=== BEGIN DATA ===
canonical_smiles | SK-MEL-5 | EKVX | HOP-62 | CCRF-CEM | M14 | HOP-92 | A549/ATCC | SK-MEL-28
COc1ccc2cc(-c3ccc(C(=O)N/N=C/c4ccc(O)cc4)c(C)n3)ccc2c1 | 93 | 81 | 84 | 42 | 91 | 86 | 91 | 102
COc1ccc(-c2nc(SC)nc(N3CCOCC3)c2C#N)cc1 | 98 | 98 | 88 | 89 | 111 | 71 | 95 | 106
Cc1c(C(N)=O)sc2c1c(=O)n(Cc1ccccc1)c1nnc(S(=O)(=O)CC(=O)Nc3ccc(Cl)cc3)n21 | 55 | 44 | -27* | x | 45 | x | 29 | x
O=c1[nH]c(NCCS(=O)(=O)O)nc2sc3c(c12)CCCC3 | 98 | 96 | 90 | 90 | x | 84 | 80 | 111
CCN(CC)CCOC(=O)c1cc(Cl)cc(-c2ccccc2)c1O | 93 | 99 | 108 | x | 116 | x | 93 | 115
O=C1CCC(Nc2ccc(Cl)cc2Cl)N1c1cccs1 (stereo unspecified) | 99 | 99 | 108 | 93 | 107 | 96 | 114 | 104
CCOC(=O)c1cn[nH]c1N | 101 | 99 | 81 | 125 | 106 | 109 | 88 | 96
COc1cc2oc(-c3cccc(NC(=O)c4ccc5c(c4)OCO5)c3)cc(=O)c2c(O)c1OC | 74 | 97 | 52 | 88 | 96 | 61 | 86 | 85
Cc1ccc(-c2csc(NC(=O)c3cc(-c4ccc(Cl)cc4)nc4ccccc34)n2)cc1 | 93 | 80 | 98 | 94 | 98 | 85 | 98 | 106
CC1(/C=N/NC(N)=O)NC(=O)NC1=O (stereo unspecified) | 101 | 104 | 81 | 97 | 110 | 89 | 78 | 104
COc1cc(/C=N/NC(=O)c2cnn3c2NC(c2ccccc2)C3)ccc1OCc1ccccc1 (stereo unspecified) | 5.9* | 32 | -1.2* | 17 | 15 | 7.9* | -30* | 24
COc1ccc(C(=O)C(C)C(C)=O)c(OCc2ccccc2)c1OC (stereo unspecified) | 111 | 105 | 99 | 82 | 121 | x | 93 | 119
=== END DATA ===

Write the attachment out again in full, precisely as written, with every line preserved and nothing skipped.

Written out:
canonical_smiles | SK-MEL-5 | EKVX | HOP-62 | CCRF-CEM | M14 | HOP-92 | A549/ATCC | SK-MEL-28
COc1ccc2cc(-c3ccc(C(=O)N/N=C/c4ccc(O)cc4)c(C)n3)ccc2c1 | 93 | 81 | 84 | 42 | 91 | 86 | 91 | 102
COc1ccc(-c2nc(SC)nc(N3CCOCC3)c2C#N)cc1 | 98 | 98 | 88 | 89 | 111 | 71 | 95 | 106
Cc1c(C(N)=O)sc2c1c(=O)n(Cc1ccccc1)c1nnc(S(=O)(=O)CC(=O)Nc3ccc(Cl)cc3)n21 | 55 | 44 | -27* | x | 45 | x | 29 | x
O=c1[nH]c(NCCS(=O)(=O)O)nc2sc3c(c12)CCCC3 | 98 | 96 | 90 | 90 | x | 84 | 80 | 111
CCN(CC)CCOC(=O)c1cc(Cl)cc(-c2ccccc2)c1O | 93 | 99 | 108 | x | 116 | x | 93 | 115
O=C1CCC(Nc2ccc(Cl)cc2Cl)N1c1cccs1 (stereo unspecified) | 99 | 99 | 108 | 93 | 107 | 96 | 114 | 104
CCOC(=O)c1cn[nH]c1N | 101 | 99 | 81 | 125 | 106 | 109 | 88 | 96
COc1cc2oc(-c3cccc(NC(=O)c4ccc5c(c4)OCO5)c3)cc(=O)c2c(O)c1OC | 74 | 97 | 52 | 88 | 96 | 61 | 86 | 85
Cc1ccc(-c2csc(NC(=O)c3cc(-c4ccc(Cl)cc4)nc4ccccc34)n2)cc1 | 93 | 80 | 98 | 94 | 98 | 85 | 98 | 106
CC1(/C=N/NC(N)=O)NC(=O)NC1=O (stereo unspecified) | 101 | 104 | 81 | 97 | 110 | 89 | 78 | 104
COc1cc(/C=N/NC(=O)c2cnn3c2NC(c2ccccc2)C3)ccc1OCc1ccccc1 (stereo unspecified) | 5.9* | 32 | -1.2* | 17 | 15 | 7.9* | -30* | 24
COc1ccc(C(=O)C(C)C(C)=O)c(OCc2ccccc2)c1OC (stereo unspecified) | 111 | 105 | 99 | 82 | 121 | x | 93 | 119